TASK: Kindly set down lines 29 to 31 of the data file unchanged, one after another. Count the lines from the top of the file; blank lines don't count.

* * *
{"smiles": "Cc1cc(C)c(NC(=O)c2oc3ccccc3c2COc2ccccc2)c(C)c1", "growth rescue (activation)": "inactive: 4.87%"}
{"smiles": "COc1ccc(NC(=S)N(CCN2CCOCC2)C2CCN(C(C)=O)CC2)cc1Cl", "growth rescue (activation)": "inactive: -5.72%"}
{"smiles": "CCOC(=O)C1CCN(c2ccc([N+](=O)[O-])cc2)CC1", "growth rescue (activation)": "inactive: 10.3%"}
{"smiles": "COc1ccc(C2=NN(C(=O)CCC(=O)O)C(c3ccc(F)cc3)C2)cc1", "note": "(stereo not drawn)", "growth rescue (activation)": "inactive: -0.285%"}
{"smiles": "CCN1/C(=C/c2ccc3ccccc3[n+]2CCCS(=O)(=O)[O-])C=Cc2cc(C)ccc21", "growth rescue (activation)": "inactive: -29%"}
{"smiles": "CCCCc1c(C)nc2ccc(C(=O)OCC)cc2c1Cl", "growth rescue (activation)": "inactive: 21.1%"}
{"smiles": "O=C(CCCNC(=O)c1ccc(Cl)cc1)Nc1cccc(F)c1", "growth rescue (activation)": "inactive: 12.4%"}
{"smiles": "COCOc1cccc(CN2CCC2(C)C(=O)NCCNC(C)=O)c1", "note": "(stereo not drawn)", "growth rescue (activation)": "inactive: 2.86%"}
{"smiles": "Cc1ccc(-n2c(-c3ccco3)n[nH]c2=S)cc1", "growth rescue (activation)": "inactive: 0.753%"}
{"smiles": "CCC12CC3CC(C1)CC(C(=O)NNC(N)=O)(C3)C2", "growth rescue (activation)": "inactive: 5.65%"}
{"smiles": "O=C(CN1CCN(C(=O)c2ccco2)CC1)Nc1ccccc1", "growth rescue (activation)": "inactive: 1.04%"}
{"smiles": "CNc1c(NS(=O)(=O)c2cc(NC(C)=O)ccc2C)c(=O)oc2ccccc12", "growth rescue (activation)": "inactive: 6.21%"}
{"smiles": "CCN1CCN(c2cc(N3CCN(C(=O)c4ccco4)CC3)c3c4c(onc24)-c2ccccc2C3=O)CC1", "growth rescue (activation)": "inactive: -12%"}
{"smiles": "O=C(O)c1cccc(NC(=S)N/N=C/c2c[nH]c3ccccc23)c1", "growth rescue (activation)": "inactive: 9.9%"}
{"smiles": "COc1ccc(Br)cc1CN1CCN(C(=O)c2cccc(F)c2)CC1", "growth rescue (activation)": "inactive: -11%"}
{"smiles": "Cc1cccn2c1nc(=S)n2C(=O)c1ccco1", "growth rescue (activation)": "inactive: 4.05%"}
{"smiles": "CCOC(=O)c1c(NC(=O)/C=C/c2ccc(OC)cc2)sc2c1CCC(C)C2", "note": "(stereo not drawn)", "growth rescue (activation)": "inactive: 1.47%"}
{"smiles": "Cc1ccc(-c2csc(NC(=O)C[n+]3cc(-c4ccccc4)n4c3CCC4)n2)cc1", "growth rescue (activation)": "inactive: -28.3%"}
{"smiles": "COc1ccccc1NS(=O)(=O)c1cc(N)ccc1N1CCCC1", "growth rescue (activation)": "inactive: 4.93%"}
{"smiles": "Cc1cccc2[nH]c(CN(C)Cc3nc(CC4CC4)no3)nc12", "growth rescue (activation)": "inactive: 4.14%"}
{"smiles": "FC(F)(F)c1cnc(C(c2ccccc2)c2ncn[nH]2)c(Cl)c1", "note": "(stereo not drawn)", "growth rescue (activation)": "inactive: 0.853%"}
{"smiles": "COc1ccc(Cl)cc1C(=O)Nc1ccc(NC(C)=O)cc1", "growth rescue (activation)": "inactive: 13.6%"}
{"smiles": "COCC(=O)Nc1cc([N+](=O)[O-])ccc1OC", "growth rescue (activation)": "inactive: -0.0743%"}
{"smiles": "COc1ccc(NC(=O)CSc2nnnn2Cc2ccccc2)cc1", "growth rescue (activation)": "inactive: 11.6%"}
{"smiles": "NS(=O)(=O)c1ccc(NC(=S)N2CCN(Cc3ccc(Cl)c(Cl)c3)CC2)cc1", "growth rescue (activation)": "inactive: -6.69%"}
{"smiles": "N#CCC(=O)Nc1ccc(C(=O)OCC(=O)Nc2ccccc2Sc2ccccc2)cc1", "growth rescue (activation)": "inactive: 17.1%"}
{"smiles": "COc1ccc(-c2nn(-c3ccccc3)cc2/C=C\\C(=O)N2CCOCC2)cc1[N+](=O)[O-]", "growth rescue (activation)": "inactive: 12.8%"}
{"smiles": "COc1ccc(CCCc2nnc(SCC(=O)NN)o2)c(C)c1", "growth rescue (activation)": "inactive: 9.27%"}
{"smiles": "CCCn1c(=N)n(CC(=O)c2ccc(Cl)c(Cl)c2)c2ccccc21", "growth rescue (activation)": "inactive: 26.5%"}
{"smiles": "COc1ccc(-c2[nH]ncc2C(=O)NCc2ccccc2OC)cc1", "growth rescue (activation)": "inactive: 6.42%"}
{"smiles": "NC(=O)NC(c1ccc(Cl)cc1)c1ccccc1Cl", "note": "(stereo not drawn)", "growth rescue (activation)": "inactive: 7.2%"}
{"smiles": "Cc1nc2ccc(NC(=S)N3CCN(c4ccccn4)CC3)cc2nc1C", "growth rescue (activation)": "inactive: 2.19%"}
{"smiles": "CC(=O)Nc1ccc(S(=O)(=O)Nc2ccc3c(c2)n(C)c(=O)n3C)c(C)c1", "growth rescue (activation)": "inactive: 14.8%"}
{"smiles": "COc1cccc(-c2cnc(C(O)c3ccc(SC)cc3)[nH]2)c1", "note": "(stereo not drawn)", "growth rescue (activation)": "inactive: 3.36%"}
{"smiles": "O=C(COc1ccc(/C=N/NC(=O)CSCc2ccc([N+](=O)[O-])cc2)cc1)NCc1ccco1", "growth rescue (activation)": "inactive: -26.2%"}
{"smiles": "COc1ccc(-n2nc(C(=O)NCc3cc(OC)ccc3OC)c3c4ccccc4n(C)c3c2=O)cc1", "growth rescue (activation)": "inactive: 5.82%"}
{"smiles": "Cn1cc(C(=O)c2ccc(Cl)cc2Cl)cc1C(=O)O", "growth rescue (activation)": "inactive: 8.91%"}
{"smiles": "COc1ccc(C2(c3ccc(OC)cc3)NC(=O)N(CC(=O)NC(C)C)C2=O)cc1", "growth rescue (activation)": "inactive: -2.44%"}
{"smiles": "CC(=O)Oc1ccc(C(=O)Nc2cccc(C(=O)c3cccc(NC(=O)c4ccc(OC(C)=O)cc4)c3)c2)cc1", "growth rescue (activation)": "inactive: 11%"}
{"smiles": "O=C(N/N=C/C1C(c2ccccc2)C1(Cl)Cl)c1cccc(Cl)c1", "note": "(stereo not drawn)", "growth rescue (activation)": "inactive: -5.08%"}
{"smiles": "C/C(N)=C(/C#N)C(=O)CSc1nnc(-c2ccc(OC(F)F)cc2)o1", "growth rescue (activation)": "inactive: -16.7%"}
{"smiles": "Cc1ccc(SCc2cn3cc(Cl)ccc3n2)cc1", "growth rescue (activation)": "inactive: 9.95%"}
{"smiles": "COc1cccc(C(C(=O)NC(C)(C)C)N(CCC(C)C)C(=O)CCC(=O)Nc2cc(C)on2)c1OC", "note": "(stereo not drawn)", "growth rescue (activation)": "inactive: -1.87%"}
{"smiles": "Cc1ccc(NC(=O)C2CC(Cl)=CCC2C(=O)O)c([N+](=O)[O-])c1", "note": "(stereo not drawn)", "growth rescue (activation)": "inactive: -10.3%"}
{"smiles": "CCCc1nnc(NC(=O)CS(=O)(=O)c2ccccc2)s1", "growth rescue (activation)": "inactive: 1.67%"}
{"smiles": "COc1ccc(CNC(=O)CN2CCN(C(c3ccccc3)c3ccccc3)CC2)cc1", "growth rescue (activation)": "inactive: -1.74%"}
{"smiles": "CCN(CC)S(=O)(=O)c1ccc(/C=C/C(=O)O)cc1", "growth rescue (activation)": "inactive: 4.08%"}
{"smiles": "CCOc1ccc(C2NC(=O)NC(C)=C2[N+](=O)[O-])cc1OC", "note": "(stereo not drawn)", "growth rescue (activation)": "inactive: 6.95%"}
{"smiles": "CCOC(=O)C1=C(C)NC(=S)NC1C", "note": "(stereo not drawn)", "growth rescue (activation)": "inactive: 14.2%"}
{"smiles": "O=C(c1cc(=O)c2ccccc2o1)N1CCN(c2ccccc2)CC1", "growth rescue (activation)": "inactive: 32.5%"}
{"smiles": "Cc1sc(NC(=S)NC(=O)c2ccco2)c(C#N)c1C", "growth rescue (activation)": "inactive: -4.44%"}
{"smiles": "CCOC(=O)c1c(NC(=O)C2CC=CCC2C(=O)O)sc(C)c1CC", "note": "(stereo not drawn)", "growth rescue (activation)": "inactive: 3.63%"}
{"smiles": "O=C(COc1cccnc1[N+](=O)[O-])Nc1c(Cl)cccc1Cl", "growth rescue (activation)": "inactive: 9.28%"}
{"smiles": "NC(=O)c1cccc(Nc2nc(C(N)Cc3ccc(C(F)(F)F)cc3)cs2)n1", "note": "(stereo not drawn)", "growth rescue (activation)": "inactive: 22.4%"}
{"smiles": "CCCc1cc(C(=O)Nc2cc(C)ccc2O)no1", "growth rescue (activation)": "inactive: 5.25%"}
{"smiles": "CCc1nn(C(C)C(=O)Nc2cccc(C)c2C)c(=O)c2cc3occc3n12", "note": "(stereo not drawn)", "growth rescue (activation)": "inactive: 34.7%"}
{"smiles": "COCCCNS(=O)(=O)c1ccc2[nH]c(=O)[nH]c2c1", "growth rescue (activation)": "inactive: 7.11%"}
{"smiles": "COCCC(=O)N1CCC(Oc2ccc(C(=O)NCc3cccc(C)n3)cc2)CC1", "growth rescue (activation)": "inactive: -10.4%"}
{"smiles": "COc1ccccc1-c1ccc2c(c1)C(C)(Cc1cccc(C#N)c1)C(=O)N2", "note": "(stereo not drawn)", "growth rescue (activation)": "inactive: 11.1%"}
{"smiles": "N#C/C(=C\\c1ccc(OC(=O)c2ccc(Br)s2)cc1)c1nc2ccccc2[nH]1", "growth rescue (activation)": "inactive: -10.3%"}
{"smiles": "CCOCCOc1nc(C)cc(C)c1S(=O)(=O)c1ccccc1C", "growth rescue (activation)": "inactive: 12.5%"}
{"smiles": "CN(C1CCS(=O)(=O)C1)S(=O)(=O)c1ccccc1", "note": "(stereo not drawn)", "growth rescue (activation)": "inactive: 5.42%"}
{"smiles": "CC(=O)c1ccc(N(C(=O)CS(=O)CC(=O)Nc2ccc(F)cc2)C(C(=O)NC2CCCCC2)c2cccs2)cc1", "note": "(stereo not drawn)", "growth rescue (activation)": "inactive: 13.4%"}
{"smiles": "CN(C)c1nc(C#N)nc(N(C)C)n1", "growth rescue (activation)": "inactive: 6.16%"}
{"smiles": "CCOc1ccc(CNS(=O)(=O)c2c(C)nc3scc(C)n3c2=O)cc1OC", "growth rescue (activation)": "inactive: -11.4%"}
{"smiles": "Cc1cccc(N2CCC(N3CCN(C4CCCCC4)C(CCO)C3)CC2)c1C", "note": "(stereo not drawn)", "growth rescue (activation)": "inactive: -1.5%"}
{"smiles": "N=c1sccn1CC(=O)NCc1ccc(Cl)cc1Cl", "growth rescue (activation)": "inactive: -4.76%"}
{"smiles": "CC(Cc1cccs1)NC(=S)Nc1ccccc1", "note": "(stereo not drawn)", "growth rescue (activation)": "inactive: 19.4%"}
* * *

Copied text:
{"smiles": "CCCn1c(=N)n(CC(=O)c2ccc(Cl)c(Cl)c2)c2ccccc21", "growth rescue (activation)": "inactive: 26.5%"}
{"smiles": "COc1ccc(-c2[nH]ncc2C(=O)NCc2ccccc2OC)cc1", "growth rescue (activation)": "inactive: 6.42%"}
{"smiles": "NC(=O)NC(c1ccc(Cl)cc1)c1ccccc1Cl", "note": "(stereo not drawn)", "growth rescue (activation)": "inactive: 7.2%"}